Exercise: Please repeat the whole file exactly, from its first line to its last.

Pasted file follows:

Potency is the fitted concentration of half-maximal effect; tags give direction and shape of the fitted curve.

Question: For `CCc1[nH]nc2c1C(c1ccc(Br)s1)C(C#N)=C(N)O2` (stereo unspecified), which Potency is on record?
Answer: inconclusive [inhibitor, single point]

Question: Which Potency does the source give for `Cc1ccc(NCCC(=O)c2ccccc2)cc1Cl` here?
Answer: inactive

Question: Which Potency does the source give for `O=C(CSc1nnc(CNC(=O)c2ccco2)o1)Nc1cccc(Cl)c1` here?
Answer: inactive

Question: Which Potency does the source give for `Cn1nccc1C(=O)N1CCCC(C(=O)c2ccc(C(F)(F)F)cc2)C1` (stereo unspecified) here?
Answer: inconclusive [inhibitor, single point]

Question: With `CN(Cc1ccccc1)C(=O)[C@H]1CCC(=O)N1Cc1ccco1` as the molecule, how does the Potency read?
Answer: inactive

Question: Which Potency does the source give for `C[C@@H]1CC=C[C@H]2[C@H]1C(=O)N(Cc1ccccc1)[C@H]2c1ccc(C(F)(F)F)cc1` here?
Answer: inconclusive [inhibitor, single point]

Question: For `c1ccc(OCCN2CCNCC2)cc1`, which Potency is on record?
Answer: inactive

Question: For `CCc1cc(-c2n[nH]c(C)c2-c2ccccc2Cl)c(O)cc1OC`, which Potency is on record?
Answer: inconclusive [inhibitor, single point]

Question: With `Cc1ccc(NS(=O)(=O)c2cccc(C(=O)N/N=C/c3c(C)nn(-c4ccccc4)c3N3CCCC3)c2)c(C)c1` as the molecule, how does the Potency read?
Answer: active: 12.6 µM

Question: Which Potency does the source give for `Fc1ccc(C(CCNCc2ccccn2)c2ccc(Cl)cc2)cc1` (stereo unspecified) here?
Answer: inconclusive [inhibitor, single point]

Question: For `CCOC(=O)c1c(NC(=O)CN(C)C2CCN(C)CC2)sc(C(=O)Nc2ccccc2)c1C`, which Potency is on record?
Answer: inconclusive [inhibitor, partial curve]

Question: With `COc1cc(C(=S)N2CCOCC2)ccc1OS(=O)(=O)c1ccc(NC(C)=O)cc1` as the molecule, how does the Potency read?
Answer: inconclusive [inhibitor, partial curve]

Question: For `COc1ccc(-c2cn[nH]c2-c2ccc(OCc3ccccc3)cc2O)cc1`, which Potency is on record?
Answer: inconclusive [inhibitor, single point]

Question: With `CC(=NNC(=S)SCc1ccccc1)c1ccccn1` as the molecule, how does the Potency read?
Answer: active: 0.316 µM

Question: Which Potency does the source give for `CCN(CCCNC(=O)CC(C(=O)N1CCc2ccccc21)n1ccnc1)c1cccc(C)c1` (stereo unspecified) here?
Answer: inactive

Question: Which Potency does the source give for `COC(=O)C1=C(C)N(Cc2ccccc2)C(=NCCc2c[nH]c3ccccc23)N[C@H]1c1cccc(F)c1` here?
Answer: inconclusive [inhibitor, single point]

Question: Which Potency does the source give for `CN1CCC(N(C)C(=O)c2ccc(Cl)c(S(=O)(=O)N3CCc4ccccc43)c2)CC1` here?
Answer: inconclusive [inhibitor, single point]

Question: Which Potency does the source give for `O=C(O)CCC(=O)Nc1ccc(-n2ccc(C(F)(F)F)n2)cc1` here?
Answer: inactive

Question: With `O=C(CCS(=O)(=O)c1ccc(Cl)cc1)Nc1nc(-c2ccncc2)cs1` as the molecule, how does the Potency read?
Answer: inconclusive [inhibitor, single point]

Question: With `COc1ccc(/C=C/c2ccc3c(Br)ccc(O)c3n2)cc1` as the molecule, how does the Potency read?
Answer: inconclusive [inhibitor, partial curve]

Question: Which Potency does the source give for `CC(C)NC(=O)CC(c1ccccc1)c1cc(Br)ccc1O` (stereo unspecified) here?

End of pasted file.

Potency is the fitted concentration of half-maximal effect; tags give direction and shape of the fitted curve.

Question: For `CCc1[nH]nc2c1C(c1ccc(Br)s1)C(C#N)=C(N)O2` (stereo unspecified), which Potency is on record?
Answer: inconclusive [inhibitor, single point]

Question: Which Potency does the source give for `Cc1ccc(NCCC(=O)c2ccccc2)cc1Cl` here?
Answer: inactive

Question: Which Potency does the source give for `O=C(CSc1nnc(CNC(=O)c2ccco2)o1)Nc1cccc(Cl)c1` here?
Answer: inactive

Question: Which Potency does the source give for `Cn1nccc1C(=O)N1CCCC(C(=O)c2ccc(C(F)(F)F)cc2)C1` (stereo unspecified) here?
Answer: inconclusive [inhibitor, single point]

Question: With `CN(Cc1ccccc1)C(=O)[C@H]1CCC(=O)N1Cc1ccco1` as the molecule, how does the Potency read?
Answer: inactive

Question: Which Potency does the source give for `C[C@@H]1CC=C[C@H]2[C@H]1C(=O)N(Cc1ccccc1)[C@H]2c1ccc(C(F)(F)F)cc1` here?
Answer: inconclusive [inhibitor, single point]

Question: For `c1ccc(OCCN2CCNCC2)cc1`, which Potency is on record?
Answer: inactive

Question: For `CCc1cc(-c2n[nH]c(C)c2-c2ccccc2Cl)c(O)cc1OC`, which Potency is on record?
Answer: inconclusive [inhibitor, single point]

Question: With `Cc1ccc(NS(=O)(=O)c2cccc(C(=O)N/N=C/c3c(C)nn(-c4ccccc4)c3N3CCCC3)c2)c(C)c1` as the molecule, how does the Potency read?
Answer: active: 12.6 µM

Question: Which Potency does the source give for `Fc1ccc(C(CCNCc2ccccn2)c2ccc(Cl)cc2)cc1` (stereo unspecified) here?
Answer: inconclusive [inhibitor, single point]

Question: For `CCOC(=O)c1c(NC(=O)CN(C)C2CCN(C)CC2)sc(C(=O)Nc2ccccc2)c1C`, which Potency is on record?
Answer: inconclusive [inhibitor, partial curve]

Question: With `COc1cc(C(=S)N2CCOCC2)ccc1OS(=O)(=O)c1ccc(NC(C)=O)cc1` as the molecule, how does the Potency read?
Answer: inconclusive [inhibitor, partial curve]

Question: For `COc1ccc(-c2cn[nH]c2-c2ccc(OCc3ccccc3)cc2O)cc1`, which Potency is on record?
Answer: inconclusive [inhibitor, single point]

Question: With `CC(=NNC(=S)SCc1ccccc1)c1ccccn1` as the molecule, how does the Potency read?
Answer: active: 0.316 µM

Question: Which Potency does the source give for `CCN(CCCNC(=O)CC(C(=O)N1CCc2ccccc21)n1ccnc1)c1cccc(C)c1` (stereo unspecified) here?
Answer: inactive

Question: Which Potency does the source give for `COC(=O)C1=C(C)N(Cc2ccccc2)C(=NCCc2c[nH]c3ccccc23)N[C@H]1c1cccc(F)c1` here?
Answer: inconclusive [inhibitor, single point]

Question: Which Potency does the source give for `CN1CCC(N(C)C(=O)c2ccc(Cl)c(S(=O)(=O)N3CCc4ccccc43)c2)CC1` here?
Answer: inconclusive [inhibitor, single point]

Question: Which Potency does the source give for `O=C(O)CCC(=O)Nc1ccc(-n2ccc(C(F)(F)F)n2)cc1` here?
Answer: inactive

Question: With `O=C(CCS(=O)(=O)c1ccc(Cl)cc1)Nc1nc(-c2ccncc2)cs1` as the molecule, how does the Potency read?
Answer: inconclusive [inhibitor, single point]

Question: With `COc1ccc(/C=C/c2ccc3c(Br)ccc(O)c3n2)cc1` as the molecule, how does the Potency read?
Answer: inconclusive [inhibitor, partial curve]

Question: Which Potency does the source give for `CC(C)NC(=O)CC(c1ccccc1)c1cc(Br)ccc1O` (stereo unspecified) here?